What's brewing on price transparency
We were intrigued by Energy and Commerce's hearing later today on "transparency and competition" in health care. It's easy to say transparency and competition are good, but what are the actual policies that could pass in those areas?
We asked House members and aides that question, and they said there are a few areas that could win enough support to pass in this Congress.
- Codifying and strengthening the Trump administration's transparency rules
- PBM transparency
- Site-neutral payments
Why it matters: It is extra intriguing that the hearing is bipartisan, a sign that E&C is interested in getting some wonkier and relatively smaller accomplishments passed, rather than picking some flashy, partisan fights.
- "There is strong bipartisan support for health transparency and overlap on legislative priorities," said an E&C Democratic aide.
- The debt ceiling fight still looms as a partisan issue, but most GOP demands so far have not focused on health care, with the exception of Medicaid work requirements.
Between the lines: Rep. Michael Burgess, an E&C member, pointed to the Trump administration's transparency rules on disclosing hospital and insurer prices, and told Axios "anything we can do to bolster that" would be positive.
- Experts have noted a lack of compliance and enforcement as problems with the hospital transparency rules, so Congress strengthening the penalties could be one step.
- Burgess also cited site-neutral payments, an area of increasing focus in Congress. "It was in Obama's budget, it was in Trump's budget and we ought to take advantage of that," he said.
- Rep. Buddy Carter said another candidate is PBM transparency, a top goal of his: "I really do think that we've got a bipartisan effort to get something done."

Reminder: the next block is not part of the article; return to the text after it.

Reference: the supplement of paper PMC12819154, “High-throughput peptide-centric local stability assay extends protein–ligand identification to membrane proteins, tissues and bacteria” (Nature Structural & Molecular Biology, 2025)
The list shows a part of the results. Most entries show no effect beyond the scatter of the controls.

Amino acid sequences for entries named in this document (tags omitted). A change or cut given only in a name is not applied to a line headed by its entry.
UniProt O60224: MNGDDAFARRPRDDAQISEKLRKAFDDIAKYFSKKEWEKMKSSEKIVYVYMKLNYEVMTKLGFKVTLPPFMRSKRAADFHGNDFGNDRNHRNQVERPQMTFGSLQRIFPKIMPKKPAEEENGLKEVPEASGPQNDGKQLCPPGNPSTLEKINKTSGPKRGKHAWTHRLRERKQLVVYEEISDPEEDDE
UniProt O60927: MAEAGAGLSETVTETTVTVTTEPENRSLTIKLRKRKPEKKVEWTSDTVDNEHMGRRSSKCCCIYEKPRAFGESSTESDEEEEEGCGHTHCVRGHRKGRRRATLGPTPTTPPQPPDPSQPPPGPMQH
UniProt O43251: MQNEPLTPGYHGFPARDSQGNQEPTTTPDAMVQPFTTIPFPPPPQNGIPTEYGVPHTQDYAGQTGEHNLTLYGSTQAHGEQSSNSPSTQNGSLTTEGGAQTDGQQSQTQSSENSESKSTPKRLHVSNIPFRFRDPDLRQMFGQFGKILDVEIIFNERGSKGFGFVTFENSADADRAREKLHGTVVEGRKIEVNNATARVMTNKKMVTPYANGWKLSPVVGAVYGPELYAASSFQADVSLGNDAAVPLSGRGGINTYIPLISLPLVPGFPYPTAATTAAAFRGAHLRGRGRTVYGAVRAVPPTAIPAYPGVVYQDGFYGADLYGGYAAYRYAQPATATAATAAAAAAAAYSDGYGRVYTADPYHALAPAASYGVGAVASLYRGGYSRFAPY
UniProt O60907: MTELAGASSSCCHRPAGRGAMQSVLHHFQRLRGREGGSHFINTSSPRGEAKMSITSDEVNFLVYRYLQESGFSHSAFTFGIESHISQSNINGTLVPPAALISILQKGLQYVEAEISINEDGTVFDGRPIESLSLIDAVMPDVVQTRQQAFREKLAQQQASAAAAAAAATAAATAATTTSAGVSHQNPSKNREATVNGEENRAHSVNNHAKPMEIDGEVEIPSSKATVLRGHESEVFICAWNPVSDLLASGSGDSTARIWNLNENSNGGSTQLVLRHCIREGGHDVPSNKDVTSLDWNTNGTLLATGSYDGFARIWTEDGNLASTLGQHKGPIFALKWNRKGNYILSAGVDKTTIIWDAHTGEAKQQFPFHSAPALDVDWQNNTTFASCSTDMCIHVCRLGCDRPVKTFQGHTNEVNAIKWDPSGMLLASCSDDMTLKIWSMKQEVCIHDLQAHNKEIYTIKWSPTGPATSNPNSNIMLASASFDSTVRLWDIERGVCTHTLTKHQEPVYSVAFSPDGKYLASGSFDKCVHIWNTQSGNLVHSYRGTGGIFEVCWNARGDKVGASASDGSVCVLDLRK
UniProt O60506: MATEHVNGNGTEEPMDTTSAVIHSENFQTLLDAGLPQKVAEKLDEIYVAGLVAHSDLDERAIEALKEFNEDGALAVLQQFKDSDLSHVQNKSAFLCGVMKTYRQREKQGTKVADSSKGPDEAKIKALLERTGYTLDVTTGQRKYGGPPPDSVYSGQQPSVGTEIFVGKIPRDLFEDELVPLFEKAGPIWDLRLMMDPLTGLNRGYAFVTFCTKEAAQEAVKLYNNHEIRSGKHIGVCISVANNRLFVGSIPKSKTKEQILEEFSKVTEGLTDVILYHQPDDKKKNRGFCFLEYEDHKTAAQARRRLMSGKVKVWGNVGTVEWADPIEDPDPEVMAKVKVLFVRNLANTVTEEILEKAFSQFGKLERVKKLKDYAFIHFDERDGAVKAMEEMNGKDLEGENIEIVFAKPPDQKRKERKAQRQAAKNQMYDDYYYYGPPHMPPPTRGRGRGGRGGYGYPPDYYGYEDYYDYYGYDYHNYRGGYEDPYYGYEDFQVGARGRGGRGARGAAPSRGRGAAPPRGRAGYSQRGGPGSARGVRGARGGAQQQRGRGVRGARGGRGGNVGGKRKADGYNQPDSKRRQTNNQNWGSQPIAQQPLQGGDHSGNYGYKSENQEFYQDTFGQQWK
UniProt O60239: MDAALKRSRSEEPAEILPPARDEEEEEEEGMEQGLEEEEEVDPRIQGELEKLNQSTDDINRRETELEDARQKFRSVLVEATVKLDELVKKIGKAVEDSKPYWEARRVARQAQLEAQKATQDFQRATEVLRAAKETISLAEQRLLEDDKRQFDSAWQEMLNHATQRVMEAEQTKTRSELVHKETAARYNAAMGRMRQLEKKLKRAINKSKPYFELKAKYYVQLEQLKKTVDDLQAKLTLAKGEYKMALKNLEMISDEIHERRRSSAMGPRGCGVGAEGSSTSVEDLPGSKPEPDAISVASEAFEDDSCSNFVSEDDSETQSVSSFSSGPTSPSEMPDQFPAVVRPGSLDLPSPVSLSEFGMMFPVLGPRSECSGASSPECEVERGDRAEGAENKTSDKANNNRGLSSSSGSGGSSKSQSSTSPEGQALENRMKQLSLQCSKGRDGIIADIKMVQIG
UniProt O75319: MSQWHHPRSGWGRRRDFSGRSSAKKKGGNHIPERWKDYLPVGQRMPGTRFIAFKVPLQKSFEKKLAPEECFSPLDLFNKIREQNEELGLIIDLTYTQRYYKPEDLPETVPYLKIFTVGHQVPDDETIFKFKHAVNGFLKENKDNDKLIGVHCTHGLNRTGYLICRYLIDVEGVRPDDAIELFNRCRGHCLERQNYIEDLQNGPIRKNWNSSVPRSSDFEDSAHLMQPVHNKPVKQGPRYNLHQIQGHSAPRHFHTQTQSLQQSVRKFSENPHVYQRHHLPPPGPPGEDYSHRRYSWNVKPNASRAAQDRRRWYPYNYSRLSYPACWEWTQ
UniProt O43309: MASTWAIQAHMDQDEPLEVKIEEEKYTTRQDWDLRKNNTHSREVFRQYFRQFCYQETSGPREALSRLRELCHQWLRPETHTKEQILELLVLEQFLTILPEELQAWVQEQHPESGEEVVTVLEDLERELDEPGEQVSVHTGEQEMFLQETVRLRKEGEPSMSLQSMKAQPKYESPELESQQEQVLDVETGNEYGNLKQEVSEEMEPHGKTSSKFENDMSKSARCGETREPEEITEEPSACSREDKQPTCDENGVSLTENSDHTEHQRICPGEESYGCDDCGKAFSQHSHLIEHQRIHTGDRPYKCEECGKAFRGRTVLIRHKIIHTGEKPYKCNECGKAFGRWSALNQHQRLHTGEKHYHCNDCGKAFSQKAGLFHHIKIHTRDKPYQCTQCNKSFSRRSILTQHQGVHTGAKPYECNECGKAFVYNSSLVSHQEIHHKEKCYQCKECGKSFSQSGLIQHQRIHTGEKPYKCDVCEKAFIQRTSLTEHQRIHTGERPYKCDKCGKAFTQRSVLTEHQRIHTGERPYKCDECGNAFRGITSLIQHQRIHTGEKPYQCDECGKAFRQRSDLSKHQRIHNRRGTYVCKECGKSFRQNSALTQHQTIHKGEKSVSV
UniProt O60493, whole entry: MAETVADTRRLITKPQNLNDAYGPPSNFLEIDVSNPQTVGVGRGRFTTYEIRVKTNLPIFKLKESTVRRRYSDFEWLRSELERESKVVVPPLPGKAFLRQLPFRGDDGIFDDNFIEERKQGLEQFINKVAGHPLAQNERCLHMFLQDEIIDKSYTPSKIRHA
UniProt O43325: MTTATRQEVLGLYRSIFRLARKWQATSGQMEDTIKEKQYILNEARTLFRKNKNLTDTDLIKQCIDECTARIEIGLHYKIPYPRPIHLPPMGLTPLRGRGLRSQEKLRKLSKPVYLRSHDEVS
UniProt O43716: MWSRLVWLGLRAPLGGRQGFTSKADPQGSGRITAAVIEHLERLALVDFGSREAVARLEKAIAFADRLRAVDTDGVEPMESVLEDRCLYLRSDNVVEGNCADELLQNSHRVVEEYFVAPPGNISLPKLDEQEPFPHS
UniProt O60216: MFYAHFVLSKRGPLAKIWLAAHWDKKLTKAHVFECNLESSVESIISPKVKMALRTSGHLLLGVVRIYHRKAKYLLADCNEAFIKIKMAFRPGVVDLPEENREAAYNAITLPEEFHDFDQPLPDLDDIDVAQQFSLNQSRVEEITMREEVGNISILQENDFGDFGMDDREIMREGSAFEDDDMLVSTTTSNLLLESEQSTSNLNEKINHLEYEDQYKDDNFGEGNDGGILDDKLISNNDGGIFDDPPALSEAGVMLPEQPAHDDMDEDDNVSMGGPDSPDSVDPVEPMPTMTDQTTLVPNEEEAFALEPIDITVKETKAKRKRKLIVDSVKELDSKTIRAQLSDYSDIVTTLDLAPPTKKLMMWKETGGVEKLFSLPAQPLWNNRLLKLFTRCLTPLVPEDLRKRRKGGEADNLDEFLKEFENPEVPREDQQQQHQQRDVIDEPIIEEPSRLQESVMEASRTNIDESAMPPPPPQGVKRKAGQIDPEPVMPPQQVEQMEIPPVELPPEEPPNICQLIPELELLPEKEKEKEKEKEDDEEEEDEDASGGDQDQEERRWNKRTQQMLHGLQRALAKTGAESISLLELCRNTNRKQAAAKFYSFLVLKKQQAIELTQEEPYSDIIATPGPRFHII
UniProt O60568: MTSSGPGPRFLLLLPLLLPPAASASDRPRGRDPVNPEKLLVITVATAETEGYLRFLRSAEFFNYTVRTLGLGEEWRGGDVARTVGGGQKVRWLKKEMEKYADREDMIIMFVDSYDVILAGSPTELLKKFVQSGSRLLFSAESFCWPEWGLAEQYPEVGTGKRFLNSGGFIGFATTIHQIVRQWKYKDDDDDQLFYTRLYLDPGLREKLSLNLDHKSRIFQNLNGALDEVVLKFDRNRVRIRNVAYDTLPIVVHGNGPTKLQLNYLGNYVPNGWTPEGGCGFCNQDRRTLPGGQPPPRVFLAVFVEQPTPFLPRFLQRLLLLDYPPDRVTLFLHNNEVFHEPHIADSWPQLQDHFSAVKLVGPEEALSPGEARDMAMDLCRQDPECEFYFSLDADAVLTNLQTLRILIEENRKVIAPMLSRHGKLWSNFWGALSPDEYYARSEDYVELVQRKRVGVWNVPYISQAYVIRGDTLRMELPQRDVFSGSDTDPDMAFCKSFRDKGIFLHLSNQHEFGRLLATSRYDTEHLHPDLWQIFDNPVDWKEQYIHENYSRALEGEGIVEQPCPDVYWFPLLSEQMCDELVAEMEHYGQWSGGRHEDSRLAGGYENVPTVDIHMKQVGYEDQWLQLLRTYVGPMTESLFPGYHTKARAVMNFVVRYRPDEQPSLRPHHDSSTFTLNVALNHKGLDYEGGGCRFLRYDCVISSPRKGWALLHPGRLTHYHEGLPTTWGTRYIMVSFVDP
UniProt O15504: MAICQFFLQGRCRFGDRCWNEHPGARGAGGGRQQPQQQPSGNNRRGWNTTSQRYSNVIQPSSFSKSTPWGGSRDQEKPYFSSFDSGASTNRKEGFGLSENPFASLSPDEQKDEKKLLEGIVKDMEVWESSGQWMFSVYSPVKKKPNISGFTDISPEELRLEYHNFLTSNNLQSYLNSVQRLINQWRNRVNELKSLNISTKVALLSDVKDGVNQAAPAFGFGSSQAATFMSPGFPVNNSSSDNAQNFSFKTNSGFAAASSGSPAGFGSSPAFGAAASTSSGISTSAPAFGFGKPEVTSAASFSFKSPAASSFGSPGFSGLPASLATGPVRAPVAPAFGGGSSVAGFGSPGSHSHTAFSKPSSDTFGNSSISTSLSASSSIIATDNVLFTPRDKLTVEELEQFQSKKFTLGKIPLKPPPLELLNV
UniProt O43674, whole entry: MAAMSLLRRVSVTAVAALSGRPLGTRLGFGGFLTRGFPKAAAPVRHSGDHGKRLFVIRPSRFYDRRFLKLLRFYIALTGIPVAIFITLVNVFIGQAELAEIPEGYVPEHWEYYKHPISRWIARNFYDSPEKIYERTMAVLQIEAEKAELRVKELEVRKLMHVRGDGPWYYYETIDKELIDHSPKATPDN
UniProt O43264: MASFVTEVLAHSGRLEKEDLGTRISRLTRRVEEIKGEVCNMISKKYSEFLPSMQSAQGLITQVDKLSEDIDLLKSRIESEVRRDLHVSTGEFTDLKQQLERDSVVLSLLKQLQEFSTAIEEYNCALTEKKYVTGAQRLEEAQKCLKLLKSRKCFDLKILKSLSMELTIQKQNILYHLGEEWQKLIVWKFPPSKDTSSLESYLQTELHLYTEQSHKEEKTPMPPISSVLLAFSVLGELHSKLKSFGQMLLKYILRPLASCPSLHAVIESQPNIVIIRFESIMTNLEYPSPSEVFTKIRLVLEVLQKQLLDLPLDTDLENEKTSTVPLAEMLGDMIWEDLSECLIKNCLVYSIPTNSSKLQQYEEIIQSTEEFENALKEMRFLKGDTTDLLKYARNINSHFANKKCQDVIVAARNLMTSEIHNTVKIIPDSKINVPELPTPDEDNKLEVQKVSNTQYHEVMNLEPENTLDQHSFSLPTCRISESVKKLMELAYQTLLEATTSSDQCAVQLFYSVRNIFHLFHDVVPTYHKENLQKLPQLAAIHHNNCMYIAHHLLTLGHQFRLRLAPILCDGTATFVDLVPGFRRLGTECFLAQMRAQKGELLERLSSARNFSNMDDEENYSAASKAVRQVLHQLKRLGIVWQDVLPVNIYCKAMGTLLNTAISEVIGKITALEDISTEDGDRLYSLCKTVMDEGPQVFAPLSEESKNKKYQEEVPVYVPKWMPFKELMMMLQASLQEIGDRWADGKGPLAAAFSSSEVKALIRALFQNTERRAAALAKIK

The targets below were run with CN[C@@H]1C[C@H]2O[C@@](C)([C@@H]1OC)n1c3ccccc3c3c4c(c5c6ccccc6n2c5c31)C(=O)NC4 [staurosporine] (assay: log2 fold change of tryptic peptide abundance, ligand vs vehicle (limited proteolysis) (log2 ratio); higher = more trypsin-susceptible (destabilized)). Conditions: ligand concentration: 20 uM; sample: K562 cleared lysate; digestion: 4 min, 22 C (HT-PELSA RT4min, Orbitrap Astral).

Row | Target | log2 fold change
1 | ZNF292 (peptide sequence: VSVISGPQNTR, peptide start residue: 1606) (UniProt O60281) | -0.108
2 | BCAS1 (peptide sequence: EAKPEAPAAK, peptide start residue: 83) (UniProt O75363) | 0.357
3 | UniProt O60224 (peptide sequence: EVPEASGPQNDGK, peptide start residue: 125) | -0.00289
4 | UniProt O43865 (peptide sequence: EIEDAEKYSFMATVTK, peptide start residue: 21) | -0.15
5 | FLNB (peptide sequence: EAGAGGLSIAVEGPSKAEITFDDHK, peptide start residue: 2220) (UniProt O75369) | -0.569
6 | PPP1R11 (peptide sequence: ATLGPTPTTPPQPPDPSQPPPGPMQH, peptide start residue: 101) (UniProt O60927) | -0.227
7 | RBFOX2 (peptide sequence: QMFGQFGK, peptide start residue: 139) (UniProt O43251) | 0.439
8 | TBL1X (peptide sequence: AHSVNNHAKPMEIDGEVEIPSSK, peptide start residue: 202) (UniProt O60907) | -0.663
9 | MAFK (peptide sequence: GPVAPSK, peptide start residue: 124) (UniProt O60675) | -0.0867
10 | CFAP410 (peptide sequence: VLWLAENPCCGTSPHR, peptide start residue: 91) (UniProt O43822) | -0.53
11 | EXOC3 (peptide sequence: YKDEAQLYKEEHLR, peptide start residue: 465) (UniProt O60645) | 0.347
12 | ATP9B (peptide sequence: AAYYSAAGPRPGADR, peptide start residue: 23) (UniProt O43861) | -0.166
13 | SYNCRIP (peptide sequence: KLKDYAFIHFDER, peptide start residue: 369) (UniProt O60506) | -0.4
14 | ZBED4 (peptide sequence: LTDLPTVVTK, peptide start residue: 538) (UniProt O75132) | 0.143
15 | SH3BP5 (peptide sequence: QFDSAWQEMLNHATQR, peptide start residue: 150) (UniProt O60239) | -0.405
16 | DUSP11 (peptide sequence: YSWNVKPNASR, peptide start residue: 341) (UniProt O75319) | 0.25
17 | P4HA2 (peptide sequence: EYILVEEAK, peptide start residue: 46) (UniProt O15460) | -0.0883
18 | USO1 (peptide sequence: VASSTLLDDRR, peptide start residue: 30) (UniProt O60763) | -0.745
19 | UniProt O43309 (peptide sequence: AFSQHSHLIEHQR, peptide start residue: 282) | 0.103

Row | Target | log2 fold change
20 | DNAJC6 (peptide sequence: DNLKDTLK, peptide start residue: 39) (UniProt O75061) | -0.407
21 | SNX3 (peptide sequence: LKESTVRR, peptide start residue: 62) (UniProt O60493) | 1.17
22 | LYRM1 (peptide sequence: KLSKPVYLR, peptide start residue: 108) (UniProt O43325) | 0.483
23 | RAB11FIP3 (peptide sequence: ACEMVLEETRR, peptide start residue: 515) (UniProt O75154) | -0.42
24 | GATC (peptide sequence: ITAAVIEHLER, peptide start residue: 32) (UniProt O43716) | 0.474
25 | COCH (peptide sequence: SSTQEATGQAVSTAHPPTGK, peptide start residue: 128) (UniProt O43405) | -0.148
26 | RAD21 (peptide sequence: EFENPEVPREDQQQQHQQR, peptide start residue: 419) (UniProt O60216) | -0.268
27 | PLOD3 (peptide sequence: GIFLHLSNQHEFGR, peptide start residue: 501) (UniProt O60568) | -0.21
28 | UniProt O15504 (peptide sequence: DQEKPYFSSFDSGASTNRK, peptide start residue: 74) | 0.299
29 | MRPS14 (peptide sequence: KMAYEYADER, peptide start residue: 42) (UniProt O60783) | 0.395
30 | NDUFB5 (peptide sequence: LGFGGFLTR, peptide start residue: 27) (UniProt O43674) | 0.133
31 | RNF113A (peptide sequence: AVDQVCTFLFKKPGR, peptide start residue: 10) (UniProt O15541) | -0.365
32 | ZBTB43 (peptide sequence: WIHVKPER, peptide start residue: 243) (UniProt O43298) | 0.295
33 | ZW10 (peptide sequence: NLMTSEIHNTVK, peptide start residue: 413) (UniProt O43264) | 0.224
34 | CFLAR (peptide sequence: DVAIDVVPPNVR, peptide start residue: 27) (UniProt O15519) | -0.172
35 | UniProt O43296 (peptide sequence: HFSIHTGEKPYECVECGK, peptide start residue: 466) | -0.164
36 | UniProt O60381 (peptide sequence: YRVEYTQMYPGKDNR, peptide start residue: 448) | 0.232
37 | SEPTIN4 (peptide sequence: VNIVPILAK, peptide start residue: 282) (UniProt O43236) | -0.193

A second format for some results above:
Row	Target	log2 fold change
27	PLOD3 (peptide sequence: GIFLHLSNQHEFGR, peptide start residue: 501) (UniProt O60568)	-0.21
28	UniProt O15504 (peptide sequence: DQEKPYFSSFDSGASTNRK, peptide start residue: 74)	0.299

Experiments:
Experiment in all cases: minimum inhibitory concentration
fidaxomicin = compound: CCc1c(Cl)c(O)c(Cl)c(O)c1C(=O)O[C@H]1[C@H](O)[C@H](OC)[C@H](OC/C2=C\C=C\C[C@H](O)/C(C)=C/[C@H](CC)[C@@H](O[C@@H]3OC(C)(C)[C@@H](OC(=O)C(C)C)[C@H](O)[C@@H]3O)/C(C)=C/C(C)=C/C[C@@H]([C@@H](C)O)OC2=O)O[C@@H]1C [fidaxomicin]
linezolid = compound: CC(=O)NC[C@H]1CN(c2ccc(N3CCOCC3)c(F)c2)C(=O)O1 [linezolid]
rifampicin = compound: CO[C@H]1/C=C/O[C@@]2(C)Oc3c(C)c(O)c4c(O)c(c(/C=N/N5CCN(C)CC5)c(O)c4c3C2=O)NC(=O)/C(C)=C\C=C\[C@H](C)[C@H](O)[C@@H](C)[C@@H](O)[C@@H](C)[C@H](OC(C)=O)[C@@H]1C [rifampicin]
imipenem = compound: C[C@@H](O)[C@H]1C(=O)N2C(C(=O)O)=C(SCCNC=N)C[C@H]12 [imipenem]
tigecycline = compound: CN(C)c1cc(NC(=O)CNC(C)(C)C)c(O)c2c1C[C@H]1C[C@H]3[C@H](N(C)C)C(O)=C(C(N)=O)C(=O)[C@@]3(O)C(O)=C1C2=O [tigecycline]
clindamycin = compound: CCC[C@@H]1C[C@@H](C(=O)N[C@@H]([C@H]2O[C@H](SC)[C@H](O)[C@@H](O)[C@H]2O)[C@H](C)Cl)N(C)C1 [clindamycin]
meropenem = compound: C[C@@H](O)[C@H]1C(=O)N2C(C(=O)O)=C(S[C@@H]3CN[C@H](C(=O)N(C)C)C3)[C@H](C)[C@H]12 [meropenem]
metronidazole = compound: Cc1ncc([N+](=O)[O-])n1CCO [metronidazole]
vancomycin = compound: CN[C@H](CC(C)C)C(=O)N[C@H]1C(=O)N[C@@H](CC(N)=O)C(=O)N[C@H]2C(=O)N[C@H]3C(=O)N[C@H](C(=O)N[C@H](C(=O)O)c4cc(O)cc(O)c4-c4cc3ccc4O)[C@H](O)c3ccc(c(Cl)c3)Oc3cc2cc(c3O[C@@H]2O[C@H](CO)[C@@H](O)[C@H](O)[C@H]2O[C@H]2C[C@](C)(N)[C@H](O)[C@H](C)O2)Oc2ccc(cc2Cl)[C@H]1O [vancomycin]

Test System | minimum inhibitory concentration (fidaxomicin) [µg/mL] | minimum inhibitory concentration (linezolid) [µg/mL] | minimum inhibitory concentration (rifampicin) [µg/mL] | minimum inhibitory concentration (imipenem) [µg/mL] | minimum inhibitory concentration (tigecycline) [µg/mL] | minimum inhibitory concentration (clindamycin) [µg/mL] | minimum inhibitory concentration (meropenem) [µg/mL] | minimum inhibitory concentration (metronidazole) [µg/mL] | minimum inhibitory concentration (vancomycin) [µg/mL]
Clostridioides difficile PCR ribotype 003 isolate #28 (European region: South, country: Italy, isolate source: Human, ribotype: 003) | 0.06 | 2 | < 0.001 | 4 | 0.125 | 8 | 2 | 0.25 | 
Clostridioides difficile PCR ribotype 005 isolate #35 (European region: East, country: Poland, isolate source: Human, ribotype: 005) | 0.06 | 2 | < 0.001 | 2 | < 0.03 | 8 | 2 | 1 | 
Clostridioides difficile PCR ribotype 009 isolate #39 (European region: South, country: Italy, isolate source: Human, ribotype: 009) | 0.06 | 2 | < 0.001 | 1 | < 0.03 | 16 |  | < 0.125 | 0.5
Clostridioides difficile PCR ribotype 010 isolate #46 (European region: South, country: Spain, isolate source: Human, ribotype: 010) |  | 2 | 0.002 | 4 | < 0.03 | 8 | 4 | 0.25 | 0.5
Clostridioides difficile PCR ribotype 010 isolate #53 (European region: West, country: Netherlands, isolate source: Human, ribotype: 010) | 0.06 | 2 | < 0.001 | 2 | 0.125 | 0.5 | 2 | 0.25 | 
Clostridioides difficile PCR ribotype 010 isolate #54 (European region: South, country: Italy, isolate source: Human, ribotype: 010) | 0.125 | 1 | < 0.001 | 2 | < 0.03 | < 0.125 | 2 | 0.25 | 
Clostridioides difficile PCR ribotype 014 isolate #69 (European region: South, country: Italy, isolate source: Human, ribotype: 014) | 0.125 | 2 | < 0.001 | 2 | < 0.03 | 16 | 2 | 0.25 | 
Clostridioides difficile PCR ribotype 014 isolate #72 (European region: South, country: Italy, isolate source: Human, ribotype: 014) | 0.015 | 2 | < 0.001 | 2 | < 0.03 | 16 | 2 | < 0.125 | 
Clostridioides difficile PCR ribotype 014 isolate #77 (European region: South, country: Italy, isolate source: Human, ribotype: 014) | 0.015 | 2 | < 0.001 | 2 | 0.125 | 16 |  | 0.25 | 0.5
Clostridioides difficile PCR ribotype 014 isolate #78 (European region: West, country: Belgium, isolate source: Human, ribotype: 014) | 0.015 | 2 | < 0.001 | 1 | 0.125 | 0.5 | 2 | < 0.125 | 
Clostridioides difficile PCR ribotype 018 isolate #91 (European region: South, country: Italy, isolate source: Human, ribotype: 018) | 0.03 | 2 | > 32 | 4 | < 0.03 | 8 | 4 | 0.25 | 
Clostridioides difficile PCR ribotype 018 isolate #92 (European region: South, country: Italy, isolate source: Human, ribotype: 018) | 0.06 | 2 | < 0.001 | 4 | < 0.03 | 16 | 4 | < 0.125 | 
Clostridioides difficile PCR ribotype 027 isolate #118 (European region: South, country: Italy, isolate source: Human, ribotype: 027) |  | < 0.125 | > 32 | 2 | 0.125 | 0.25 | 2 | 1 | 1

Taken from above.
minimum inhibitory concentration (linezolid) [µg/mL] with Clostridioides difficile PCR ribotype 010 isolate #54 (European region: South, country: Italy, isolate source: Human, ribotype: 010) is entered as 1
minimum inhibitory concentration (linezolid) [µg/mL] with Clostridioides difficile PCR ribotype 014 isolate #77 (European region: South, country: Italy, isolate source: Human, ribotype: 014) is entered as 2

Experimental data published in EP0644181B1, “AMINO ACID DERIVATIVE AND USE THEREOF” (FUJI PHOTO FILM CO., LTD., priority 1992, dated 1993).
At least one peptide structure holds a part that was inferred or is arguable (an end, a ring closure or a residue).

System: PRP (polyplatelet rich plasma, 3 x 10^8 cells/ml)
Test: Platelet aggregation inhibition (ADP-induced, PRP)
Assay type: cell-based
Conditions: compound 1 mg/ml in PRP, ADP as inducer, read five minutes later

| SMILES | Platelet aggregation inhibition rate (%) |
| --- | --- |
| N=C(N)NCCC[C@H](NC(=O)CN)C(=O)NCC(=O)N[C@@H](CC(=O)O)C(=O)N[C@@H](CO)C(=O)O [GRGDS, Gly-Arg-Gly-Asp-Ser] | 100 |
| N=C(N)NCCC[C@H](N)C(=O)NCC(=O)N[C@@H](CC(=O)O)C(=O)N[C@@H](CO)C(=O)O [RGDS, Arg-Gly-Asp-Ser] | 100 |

- The E&C memo previewing the hearing concurred, noting: "In prescription drug markets, there is similarly reason to believe that transparency can reduce spending," pointing to data on the rebates PBMs receive.
Reality check: All of these efforts are in their early stages, and it remains to be seen what, if anything, can get done.
- The health care industry is well known for pushing back on efforts to cut costs that could come at their expense. And political attacks over Medicare cuts can make it tough to pass even changes that don't harm beneficiaries.
- "It's hard because there's always a reason for someone to be opposed to it," Burgess said of transparency measures.
- Speaking of which, the American Hospital Association on Monday released a study pushing back on calls for site neutral payments, finding that hospital outpatient departments treat sicker and lower-income patients than independent doctors' offices.
Another area to watch: Some provisions from the Alexander-Murray 2.0 bill from 2019 could also get revived.
- For example, AEI health expert Benedic Ippolito, one of the witnesses at today's hearing, points in his prepared testimony to provisions in that bill that targeted anti-competitive terms hospitals put in their contracts with insurers, known as "anti-tiering" or "anti-steering" provisions.
- Sophia Tripoli of Families USA, another witness, agrees, pointing to "anticompetitive practices and clauses in health care contracting agreements."
- She adds that "high and irrational prices are largely due to trends in health care industry consolidation that have eliminated competition and allowed monopolistic pricing to push our nation’s families to the brink of financial ruin."